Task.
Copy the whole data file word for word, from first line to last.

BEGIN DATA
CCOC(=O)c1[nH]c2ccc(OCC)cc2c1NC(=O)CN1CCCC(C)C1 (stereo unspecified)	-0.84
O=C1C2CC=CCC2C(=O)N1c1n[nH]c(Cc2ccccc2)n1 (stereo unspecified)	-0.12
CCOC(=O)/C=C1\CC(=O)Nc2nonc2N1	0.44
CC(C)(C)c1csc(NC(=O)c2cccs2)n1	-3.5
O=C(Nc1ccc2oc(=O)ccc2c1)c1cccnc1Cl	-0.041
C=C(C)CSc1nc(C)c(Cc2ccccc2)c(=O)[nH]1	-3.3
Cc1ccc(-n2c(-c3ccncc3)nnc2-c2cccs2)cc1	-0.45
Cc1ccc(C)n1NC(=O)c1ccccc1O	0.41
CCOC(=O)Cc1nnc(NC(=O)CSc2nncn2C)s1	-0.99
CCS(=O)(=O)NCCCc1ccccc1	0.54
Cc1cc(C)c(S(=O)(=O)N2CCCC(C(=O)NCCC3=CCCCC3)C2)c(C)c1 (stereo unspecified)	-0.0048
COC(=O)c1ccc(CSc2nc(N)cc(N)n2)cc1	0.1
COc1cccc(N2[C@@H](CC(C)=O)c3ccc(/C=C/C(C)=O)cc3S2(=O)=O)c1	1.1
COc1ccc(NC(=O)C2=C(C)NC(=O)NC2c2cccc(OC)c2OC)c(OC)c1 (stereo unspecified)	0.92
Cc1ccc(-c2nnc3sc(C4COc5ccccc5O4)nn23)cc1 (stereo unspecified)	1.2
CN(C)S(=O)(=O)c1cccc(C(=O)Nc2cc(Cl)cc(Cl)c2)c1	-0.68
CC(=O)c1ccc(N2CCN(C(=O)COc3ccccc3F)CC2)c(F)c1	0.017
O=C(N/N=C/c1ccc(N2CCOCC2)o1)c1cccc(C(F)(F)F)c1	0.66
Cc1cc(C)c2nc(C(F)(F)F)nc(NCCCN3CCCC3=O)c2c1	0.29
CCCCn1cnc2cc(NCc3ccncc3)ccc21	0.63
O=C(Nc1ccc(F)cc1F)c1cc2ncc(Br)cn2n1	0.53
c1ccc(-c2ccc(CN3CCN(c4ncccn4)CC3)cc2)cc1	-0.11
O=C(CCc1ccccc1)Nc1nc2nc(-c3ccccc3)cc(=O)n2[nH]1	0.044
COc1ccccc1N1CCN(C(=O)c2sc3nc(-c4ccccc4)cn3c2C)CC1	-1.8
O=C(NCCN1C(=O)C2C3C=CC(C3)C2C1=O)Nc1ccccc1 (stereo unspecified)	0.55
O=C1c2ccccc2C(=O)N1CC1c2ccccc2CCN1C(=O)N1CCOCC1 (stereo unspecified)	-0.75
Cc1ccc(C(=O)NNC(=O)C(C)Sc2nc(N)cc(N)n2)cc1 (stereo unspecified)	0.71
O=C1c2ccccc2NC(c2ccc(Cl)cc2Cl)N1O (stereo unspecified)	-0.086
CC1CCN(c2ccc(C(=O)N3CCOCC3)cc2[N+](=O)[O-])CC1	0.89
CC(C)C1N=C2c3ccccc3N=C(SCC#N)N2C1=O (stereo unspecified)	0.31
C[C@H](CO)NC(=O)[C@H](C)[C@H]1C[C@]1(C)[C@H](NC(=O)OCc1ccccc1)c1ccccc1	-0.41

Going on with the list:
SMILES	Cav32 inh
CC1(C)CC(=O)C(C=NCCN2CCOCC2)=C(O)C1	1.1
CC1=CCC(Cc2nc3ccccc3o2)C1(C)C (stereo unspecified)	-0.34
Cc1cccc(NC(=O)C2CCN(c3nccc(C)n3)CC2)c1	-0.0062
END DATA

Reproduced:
CCOC(=O)c1[nH]c2ccc(OCC)cc2c1NC(=O)CN1CCCC(C)C1 (stereo unspecified)	-0.84
O=C1C2CC=CCC2C(=O)N1c1n[nH]c(Cc2ccccc2)n1 (stereo unspecified)	-0.12
CCOC(=O)/C=C1\CC(=O)Nc2nonc2N1	0.44
CC(C)(C)c1csc(NC(=O)c2cccs2)n1	-3.5
O=C(Nc1ccc2oc(=O)ccc2c1)c1cccnc1Cl	-0.041
C=C(C)CSc1nc(C)c(Cc2ccccc2)c(=O)[nH]1	-3.3
Cc1ccc(-n2c(-c3ccncc3)nnc2-c2cccs2)cc1	-0.45
Cc1ccc(C)n1NC(=O)c1ccccc1O	0.41
CCOC(=O)Cc1nnc(NC(=O)CSc2nncn2C)s1	-0.99
CCS(=O)(=O)NCCCc1ccccc1	0.54
Cc1cc(C)c(S(=O)(=O)N2CCCC(C(=O)NCCC3=CCCCC3)C2)c(C)c1 (stereo unspecified)	-0.0048
COC(=O)c1ccc(CSc2nc(N)cc(N)n2)cc1	0.1
COc1cccc(N2[C@@H](CC(C)=O)c3ccc(/C=C/C(C)=O)cc3S2(=O)=O)c1	1.1
COc1ccc(NC(=O)C2=C(C)NC(=O)NC2c2cccc(OC)c2OC)c(OC)c1 (stereo unspecified)	0.92
Cc1ccc(-c2nnc3sc(C4COc5ccccc5O4)nn23)cc1 (stereo unspecified)	1.2
CN(C)S(=O)(=O)c1cccc(C(=O)Nc2cc(Cl)cc(Cl)c2)c1	-0.68
CC(=O)c1ccc(N2CCN(C(=O)COc3ccccc3F)CC2)c(F)c1	0.017
O=C(N/N=C/c1ccc(N2CCOCC2)o1)c1cccc(C(F)(F)F)c1	0.66
Cc1cc(C)c2nc(C(F)(F)F)nc(NCCCN3CCCC3=O)c2c1	0.29
CCCCn1cnc2cc(NCc3ccncc3)ccc21	0.63
O=C(Nc1ccc(F)cc1F)c1cc2ncc(Br)cn2n1	0.53
c1ccc(-c2ccc(CN3CCN(c4ncccn4)CC3)cc2)cc1	-0.11
O=C(CCc1ccccc1)Nc1nc2nc(-c3ccccc3)cc(=O)n2[nH]1	0.044
COc1ccccc1N1CCN(C(=O)c2sc3nc(-c4ccccc4)cn3c2C)CC1	-1.8
O=C(NCCN1C(=O)C2C3C=CC(C3)C2C1=O)Nc1ccccc1 (stereo unspecified)	0.55
O=C1c2ccccc2C(=O)N1CC1c2ccccc2CCN1C(=O)N1CCOCC1 (stereo unspecified)	-0.75
Cc1ccc(C(=O)NNC(=O)C(C)Sc2nc(N)cc(N)n2)cc1 (stereo unspecified)	0.71
O=C1c2ccccc2NC(c2ccc(Cl)cc2Cl)N1O (stereo unspecified)	-0.086
CC1CCN(c2ccc(C(=O)N3CCOCC3)cc2[N+](=O)[O-])CC1	0.89
CC(C)C1N=C2c3ccccc3N=C(SCC#N)N2C1=O (stereo unspecified)	0.31
C[C@H](CO)NC(=O)[C@H](C)[C@H]1C[C@]1(C)[C@H](NC(=O)OCc1ccccc1)c1ccccc1	-0.41

Going on with the list:
SMILES	Cav32 inh
CC1(C)CC(=O)C(C=NCCN2CCOCC2)=C(O)C1	1.1
CC1=CCC(Cc2nc3ccccc3o2)C1(C)C (stereo unspecified)	-0.34
Cc1cccc(NC(=O)C2CCN(c3nccc(C)n3)CC2)c1	-0.0062